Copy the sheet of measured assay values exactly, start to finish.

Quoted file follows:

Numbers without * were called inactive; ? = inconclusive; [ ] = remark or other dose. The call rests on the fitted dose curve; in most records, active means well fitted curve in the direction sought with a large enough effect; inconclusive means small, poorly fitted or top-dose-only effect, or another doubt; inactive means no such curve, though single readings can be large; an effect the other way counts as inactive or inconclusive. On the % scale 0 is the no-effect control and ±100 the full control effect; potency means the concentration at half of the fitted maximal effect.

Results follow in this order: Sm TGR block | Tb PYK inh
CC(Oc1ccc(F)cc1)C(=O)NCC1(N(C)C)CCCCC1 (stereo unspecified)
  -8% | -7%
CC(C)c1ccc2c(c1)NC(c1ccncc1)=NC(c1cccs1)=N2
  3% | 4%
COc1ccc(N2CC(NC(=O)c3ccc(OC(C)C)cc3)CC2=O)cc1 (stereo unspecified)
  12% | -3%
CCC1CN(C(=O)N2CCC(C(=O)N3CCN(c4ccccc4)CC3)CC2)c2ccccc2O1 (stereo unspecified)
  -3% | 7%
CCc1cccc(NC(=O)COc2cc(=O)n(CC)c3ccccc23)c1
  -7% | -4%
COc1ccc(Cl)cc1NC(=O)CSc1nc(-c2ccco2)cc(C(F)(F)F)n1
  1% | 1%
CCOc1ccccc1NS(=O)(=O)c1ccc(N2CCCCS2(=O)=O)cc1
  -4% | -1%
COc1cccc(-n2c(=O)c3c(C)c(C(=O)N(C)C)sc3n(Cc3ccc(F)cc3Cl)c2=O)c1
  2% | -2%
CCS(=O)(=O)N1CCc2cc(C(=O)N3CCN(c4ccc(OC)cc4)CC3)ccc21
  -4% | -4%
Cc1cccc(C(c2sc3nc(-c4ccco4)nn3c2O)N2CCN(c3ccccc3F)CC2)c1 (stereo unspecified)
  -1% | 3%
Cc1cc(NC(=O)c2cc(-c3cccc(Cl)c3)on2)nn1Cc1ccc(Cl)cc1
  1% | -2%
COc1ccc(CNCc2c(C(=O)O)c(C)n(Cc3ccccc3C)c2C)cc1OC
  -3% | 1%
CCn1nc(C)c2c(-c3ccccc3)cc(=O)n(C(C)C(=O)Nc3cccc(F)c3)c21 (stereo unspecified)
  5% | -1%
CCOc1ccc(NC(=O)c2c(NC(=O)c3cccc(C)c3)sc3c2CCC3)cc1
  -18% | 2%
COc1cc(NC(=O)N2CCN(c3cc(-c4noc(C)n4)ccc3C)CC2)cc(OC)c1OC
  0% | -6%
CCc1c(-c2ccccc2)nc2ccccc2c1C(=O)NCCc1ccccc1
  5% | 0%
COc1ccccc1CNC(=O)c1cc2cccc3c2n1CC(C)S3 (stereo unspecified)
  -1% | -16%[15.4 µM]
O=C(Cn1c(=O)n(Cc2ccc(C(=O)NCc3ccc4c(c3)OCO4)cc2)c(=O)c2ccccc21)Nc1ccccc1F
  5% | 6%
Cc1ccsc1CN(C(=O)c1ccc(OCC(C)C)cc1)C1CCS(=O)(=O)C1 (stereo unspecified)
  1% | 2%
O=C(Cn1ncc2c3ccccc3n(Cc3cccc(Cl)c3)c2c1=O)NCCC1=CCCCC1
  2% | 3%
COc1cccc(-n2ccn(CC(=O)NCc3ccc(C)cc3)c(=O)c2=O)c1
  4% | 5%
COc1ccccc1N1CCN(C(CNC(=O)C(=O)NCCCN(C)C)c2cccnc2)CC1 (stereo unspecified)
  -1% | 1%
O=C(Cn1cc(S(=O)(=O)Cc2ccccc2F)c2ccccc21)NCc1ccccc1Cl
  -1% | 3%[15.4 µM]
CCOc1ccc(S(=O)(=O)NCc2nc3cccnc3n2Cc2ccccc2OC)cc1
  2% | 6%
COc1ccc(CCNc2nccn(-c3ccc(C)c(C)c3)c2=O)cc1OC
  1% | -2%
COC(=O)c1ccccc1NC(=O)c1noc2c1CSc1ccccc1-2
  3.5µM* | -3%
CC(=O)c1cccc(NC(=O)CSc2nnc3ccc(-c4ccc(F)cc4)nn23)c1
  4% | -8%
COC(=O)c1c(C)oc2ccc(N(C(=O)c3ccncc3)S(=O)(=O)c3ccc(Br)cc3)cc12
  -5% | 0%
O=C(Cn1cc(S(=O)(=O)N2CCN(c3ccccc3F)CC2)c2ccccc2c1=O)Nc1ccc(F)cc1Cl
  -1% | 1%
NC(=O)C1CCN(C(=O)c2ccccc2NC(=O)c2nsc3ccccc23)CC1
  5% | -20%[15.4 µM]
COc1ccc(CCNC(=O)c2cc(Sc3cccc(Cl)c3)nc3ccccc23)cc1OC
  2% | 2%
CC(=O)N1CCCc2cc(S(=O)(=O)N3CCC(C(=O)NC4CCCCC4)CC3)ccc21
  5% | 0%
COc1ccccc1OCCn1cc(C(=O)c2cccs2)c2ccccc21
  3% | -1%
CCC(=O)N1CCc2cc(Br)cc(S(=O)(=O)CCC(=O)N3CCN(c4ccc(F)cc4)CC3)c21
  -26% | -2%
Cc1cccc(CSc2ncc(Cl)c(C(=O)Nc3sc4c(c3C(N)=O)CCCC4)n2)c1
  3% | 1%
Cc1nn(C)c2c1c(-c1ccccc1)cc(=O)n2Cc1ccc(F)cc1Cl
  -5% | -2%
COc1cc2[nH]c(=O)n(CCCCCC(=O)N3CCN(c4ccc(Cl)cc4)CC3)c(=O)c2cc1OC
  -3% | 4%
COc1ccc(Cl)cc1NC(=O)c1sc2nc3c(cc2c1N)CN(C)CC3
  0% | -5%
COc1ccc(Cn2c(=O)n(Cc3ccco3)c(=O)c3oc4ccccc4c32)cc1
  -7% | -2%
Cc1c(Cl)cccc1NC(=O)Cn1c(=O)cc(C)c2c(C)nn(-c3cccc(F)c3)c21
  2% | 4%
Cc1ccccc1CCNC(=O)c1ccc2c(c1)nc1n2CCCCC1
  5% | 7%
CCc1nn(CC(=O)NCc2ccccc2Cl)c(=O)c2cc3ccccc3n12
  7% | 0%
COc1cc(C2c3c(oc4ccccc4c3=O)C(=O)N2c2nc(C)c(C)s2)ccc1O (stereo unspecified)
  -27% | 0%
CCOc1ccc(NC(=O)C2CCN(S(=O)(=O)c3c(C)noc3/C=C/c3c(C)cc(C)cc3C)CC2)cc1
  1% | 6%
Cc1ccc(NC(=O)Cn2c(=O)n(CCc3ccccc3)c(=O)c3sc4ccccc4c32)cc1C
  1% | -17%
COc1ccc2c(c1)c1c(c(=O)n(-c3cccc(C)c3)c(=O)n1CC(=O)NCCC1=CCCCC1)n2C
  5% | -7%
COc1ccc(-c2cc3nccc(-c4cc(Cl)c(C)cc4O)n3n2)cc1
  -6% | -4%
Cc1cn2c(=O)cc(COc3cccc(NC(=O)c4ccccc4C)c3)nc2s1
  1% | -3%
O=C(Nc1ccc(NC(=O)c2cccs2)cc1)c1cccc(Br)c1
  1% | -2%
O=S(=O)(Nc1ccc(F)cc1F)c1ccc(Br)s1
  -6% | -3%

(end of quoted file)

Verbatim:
Numbers without * were called inactive; ? = inconclusive; [ ] = remark or other dose. The call rests on the fitted dose curve; in most records, active means well fitted curve in the direction sought with a large enough effect; inconclusive means small, poorly fitted or top-dose-only effect, or another doubt; inactive means no such curve, though single readings can be large; an effect the other way counts as inactive or inconclusive. On the % scale 0 is the no-effect control and ±100 the full control effect; potency means the concentration at half of the fitted maximal effect.

Results follow in this order: Sm TGR block | Tb PYK inh
CC(Oc1ccc(F)cc1)C(=O)NCC1(N(C)C)CCCCC1 (stereo unspecified)
  -8% | -7%
CC(C)c1ccc2c(c1)NC(c1ccncc1)=NC(c1cccs1)=N2
  3% | 4%
COc1ccc(N2CC(NC(=O)c3ccc(OC(C)C)cc3)CC2=O)cc1 (stereo unspecified)
  12% | -3%
CCC1CN(C(=O)N2CCC(C(=O)N3CCN(c4ccccc4)CC3)CC2)c2ccccc2O1 (stereo unspecified)
  -3% | 7%
CCc1cccc(NC(=O)COc2cc(=O)n(CC)c3ccccc23)c1
  -7% | -4%
COc1ccc(Cl)cc1NC(=O)CSc1nc(-c2ccco2)cc(C(F)(F)F)n1
  1% | 1%
CCOc1ccccc1NS(=O)(=O)c1ccc(N2CCCCS2(=O)=O)cc1
  -4% | -1%
COc1cccc(-n2c(=O)c3c(C)c(C(=O)N(C)C)sc3n(Cc3ccc(F)cc3Cl)c2=O)c1
  2% | -2%
CCS(=O)(=O)N1CCc2cc(C(=O)N3CCN(c4ccc(OC)cc4)CC3)ccc21
  -4% | -4%
Cc1cccc(C(c2sc3nc(-c4ccco4)nn3c2O)N2CCN(c3ccccc3F)CC2)c1 (stereo unspecified)
  -1% | 3%
Cc1cc(NC(=O)c2cc(-c3cccc(Cl)c3)on2)nn1Cc1ccc(Cl)cc1
  1% | -2%
COc1ccc(CNCc2c(C(=O)O)c(C)n(Cc3ccccc3C)c2C)cc1OC
  -3% | 1%
CCn1nc(C)c2c(-c3ccccc3)cc(=O)n(C(C)C(=O)Nc3cccc(F)c3)c21 (stereo unspecified)
  5% | -1%
CCOc1ccc(NC(=O)c2c(NC(=O)c3cccc(C)c3)sc3c2CCC3)cc1
  -18% | 2%
COc1cc(NC(=O)N2CCN(c3cc(-c4noc(C)n4)ccc3C)CC2)cc(OC)c1OC
  0% | -6%
CCc1c(-c2ccccc2)nc2ccccc2c1C(=O)NCCc1ccccc1
  5% | 0%
COc1ccccc1CNC(=O)c1cc2cccc3c2n1CC(C)S3 (stereo unspecified)
  -1% | -16%[15.4 µM]
O=C(Cn1c(=O)n(Cc2ccc(C(=O)NCc3ccc4c(c3)OCO4)cc2)c(=O)c2ccccc21)Nc1ccccc1F
  5% | 6%
Cc1ccsc1CN(C(=O)c1ccc(OCC(C)C)cc1)C1CCS(=O)(=O)C1 (stereo unspecified)
  1% | 2%
O=C(Cn1ncc2c3ccccc3n(Cc3cccc(Cl)c3)c2c1=O)NCCC1=CCCCC1
  2% | 3%
COc1cccc(-n2ccn(CC(=O)NCc3ccc(C)cc3)c(=O)c2=O)c1
  4% | 5%
COc1ccccc1N1CCN(C(CNC(=O)C(=O)NCCCN(C)C)c2cccnc2)CC1 (stereo unspecified)
  -1% | 1%
O=C(Cn1cc(S(=O)(=O)Cc2ccccc2F)c2ccccc21)NCc1ccccc1Cl
  -1% | 3%[15.4 µM]
CCOc1ccc(S(=O)(=O)NCc2nc3cccnc3n2Cc2ccccc2OC)cc1
  2% | 6%
COc1ccc(CCNc2nccn(-c3ccc(C)c(C)c3)c2=O)cc1OC
  1% | -2%
COC(=O)c1ccccc1NC(=O)c1noc2c1CSc1ccccc1-2
  3.5µM* | -3%
CC(=O)c1cccc(NC(=O)CSc2nnc3ccc(-c4ccc(F)cc4)nn23)c1
  4% | -8%
COC(=O)c1c(C)oc2ccc(N(C(=O)c3ccncc3)S(=O)(=O)c3ccc(Br)cc3)cc12
  -5% | 0%
O=C(Cn1cc(S(=O)(=O)N2CCN(c3ccccc3F)CC2)c2ccccc2c1=O)Nc1ccc(F)cc1Cl
  -1% | 1%
NC(=O)C1CCN(C(=O)c2ccccc2NC(=O)c2nsc3ccccc23)CC1
  5% | -20%[15.4 µM]
COc1ccc(CCNC(=O)c2cc(Sc3cccc(Cl)c3)nc3ccccc23)cc1OC
  2% | 2%
CC(=O)N1CCCc2cc(S(=O)(=O)N3CCC(C(=O)NC4CCCCC4)CC3)ccc21
  5% | 0%
COc1ccccc1OCCn1cc(C(=O)c2cccs2)c2ccccc21
  3% | -1%
CCC(=O)N1CCc2cc(Br)cc(S(=O)(=O)CCC(=O)N3CCN(c4ccc(F)cc4)CC3)c21
  -26% | -2%
Cc1cccc(CSc2ncc(Cl)c(C(=O)Nc3sc4c(c3C(N)=O)CCCC4)n2)c1
  3% | 1%
Cc1nn(C)c2c1c(-c1ccccc1)cc(=O)n2Cc1ccc(F)cc1Cl
  -5% | -2%
COc1cc2[nH]c(=O)n(CCCCCC(=O)N3CCN(c4ccc(Cl)cc4)CC3)c(=O)c2cc1OC
  -3% | 4%
COc1ccc(Cl)cc1NC(=O)c1sc2nc3c(cc2c1N)CN(C)CC3
  0% | -5%
COc1ccc(Cn2c(=O)n(Cc3ccco3)c(=O)c3oc4ccccc4c32)cc1
  -7% | -2%
Cc1c(Cl)cccc1NC(=O)Cn1c(=O)cc(C)c2c(C)nn(-c3cccc(F)c3)c21
  2% | 4%
Cc1ccccc1CCNC(=O)c1ccc2c(c1)nc1n2CCCCC1
  5% | 7%
CCc1nn(CC(=O)NCc2ccccc2Cl)c(=O)c2cc3ccccc3n12
  7% | 0%
COc1cc(C2c3c(oc4ccccc4c3=O)C(=O)N2c2nc(C)c(C)s2)ccc1O (stereo unspecified)
  -27% | 0%
CCOc1ccc(NC(=O)C2CCN(S(=O)(=O)c3c(C)noc3/C=C/c3c(C)cc(C)cc3C)CC2)cc1
  1% | 6%
Cc1ccc(NC(=O)Cn2c(=O)n(CCc3ccccc3)c(=O)c3sc4ccccc4c32)cc1C
  1% | -17%
COc1ccc2c(c1)c1c(c(=O)n(-c3cccc(C)c3)c(=O)n1CC(=O)NCCC1=CCCCC1)n2C
  5% | -7%
COc1ccc(-c2cc3nccc(-c4cc(Cl)c(C)cc4O)n3n2)cc1
  -6% | -4%
Cc1cn2c(=O)cc(COc3cccc(NC(=O)c4ccccc4C)c3)nc2s1
  1% | -3%
O=C(Nc1ccc(NC(=O)c2cccs2)cc1)c1cccc(Br)c1
  1% | -2%
O=S(=O)(Nc1ccc(F)cc1F)c1ccc(Br)s1
  -6% | -3%